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7th Congress of the European Federation of National Associations of Orthopaedics and Traumatology, Lisbon - 4-7 June, 2005


Combined anterior cruciate ligament (ACL) and posterior cruciate ligament (PCL) disruptions are uncommon orthopaedic injuries. They are usually caused by high- or low-velocity knee dislocations. Because knee dislocations might spontaneously reduce before initial evaluation, the true incidence is unknown. Dislocation involves injury to multiple ligaments of the knee. Both of the cruciate ligaments are usually disrupted, and they are often combined with a third ligamentous disruption (medial collateral ligament or lateral collateral ligament and/or posterior lateral complex). Associated neurovascular, meniscal, and osteochondral injuries are often present and complicate treatment.

Classification Knee dislocations are classified by relating the position of the displaced tibia on the femur; anterior, posterior, medial, lateral, or rotational. Both cruciate ligaments might be disrupted in all these injuries. A rotatory knee dislocation occurs around one of the collateral ligaments (LCL) leading to a combined ACL and PCL injury and a tear of the remaining collateral ligament. Knee dislocations that spontaneously reduce are classified according to the direction of instability. Knee dislocations are classified as acute (< 3 weeks) or chronic (> 3 weeks).

Initial management The vascular status of the limb must be determined quickly. The knee should be reduced immediately through gentle traction-countertraction with the patient under anesthesia. After reduction, repeat vascular examination. If the limb remains ischemic, emergent surgical exploration and revascularisation is required. If the initial vascular examination is normal, postreduction a formal angiogram should be done especially if the patient has a high velocity injury, is polytraumatized or have altered mental status. Compartment syndrome, open injury, and irreducible dislocation are other indications for emergent surgery.

Definitive management Many authors have noted superior results of surgical treatment of bicruciate injuries when compared to nonsurgical treatment. In most cases early ligament surgery (at the second or third week) seems to produce better results compared to late reconstructions. Still the management of knee dislocations remains controversial. Controversies persist regarding surgical timing, technique, graft selection, and rehabilitation. The goal of operative treatment is to retain knee stability, motion, and function.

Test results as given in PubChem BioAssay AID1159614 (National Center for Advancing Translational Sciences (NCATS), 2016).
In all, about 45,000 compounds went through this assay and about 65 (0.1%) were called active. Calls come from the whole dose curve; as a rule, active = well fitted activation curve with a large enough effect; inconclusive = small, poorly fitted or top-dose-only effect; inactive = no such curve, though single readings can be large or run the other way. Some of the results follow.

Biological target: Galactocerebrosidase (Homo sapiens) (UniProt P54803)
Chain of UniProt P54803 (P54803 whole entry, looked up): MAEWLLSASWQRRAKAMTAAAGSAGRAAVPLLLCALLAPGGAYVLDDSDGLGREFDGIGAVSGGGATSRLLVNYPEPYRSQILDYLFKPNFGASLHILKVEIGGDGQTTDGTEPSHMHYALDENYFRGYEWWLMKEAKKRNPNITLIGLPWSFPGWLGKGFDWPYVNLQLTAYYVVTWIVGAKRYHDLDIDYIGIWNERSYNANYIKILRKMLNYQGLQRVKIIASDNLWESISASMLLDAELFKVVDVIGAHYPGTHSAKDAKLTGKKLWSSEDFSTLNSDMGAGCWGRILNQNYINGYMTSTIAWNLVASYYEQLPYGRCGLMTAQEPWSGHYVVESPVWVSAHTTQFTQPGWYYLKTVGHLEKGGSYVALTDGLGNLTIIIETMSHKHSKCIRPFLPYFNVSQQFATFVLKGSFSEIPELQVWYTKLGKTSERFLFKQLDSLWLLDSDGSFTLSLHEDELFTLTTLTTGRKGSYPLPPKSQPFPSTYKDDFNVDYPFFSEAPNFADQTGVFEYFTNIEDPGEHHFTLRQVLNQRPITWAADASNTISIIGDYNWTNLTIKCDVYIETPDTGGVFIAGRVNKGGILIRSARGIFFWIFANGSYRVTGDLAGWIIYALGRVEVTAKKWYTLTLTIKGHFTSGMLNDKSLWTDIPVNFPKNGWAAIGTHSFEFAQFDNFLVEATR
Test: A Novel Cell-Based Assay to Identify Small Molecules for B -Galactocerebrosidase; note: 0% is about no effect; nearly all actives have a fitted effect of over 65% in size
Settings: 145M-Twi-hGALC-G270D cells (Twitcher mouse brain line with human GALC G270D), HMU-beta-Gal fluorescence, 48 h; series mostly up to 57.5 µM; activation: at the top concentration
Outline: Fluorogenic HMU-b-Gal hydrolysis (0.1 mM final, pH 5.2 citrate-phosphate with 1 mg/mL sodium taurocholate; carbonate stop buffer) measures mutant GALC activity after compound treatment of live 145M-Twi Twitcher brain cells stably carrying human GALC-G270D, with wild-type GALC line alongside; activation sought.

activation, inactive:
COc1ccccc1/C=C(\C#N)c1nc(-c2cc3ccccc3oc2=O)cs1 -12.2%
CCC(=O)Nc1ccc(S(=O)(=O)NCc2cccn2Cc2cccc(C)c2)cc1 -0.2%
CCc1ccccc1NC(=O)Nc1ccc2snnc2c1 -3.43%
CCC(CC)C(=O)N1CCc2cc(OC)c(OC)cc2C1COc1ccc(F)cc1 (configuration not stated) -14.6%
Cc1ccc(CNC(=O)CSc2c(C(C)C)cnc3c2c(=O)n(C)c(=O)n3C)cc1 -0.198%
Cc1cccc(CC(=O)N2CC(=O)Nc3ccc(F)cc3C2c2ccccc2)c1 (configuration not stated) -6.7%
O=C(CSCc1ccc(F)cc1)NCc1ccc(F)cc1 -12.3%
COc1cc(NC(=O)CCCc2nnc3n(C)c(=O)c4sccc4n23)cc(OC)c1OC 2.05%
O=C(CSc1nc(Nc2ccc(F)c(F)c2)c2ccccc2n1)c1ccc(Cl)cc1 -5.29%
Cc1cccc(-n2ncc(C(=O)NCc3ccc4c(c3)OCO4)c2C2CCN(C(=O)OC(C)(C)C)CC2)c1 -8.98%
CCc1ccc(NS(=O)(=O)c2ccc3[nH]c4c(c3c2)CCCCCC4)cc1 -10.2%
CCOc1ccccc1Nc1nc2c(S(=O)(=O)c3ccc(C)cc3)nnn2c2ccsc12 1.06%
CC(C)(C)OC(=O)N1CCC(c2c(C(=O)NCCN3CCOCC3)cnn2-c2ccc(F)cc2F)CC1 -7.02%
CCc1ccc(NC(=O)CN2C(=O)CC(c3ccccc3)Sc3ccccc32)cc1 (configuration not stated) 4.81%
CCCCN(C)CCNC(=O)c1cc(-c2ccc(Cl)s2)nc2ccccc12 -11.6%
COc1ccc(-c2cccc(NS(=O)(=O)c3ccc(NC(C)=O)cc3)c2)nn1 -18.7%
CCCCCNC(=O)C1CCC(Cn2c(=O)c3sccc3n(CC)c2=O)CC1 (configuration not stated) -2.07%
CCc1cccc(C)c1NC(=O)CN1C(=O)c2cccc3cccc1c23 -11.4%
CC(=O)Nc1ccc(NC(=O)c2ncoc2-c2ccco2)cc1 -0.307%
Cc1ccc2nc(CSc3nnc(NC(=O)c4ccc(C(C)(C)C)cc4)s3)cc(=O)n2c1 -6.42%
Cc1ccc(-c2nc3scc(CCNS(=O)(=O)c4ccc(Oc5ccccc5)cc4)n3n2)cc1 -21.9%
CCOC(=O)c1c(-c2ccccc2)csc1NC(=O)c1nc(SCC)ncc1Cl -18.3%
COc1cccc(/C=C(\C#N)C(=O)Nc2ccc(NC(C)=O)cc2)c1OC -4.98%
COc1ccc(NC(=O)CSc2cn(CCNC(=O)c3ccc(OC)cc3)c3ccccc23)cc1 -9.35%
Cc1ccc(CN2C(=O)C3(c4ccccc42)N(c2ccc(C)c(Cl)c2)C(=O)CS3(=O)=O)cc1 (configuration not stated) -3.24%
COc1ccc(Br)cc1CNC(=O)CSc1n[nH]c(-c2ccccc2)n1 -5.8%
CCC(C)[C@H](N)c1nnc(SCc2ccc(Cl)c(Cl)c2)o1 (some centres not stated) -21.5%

The most common injury patterns include both cruciate ligaments and either medial collateral ligament (MCL) or lateral collateral ligament (LCL) and/or posterolateral structures. Less commonly both collateral ligaments are disrupted. Our policy has been early (from 7 to 21 days) simultaneous reconstruction of both cruciate ligaments and repairing of grade III LCL and posterolateral structures. Most acute grade III MCL tears are successfully treated with brace treatment when ACL and PCL are reconstructed early.

Most cruciate ligament injuries are midsubstance tears that need to be reconstructed with autografts or allografts. Repairs can be done in cases of bony avulsion of cruciate ligaments or grade III collateral ligament or capsular injuries. Bone-patellar tendon-bone (BPTB) autograft has mainly used in our clinics to reconstruct the ACL. In some cases BTPB allograft or hamstring tendon autografts has been used. For PCL reconstruction, BPTB allograft (11 mm in diameter) or Achilles tendon allograft has been used.

Intrasubstance grade III tears of the LCL can be repaired (in early state) but may need to be augmented with tendon allograft. The LCL and/or the popliteofibular ligament are reconstructed either with an Achilles tendon allograft, hamstring tendon autograft/allograft, tibialis anterior tendon allograft, or the BPTB allograft.

Both cruciate ligaments are reconstructed arthroscopically. The ACL tunnels are placed in the center of its anatomic insertion in tibia and in its isometric or anatomic insertion in femur. A transtibial tunnel technique for PCL reconstruction is used. The PCL tibial tunnel is drilled first under arthroscopic guidance using the PCL guide. The ACL tibial guide is drilled at least 2 cm proximal to the PCL tunnel to ensure that wide enough bone bridge remains between these tunnels. Fluoroscopy is used to ensure the right guidewire placement.

Sequence of bicruciate ligament reconstruction with BPTB grafts

  1. Drill PCL tibial tunnel first, then ACL tibial tunnel

  2. Drill ACL femoral tunnel, then PCL femoral tunnel

  3. Pass PCL graft through tibial tunnel and fix in femoral tunnel

  4. Pass ACL graft through tibial tunnel and fix in femoral tunnel

  5. Fix PCL graft on tibia at 90° of flexion with anteromedial step off

  6. Fix ACL graft on tibia at extension

Rehabilitation Our protocol after bicruciate ligament reconstruction with MPTB grafts has been very active. Progressive range of motion is started early after the operation with an unlocked functional brace. If simultaneous suturation of a meniscus tear has been performed, motion is limited to 60° of flexion during the first 4 weeks. Progression from partial to full weight bearing is done over the first 6 weeks. Quadriceps exercises are progressed to open-chain knee extension exercises early as well as closed-chain hamstring exercises. Brace is discontinued after 12 weeks.

Theses abstracts were prepared by Professor Roger Lemaire. Correspondence should be addressed to EFORT Central Office, Freihofstrasse 22, CH-8700 Küsnacht, Switzerland.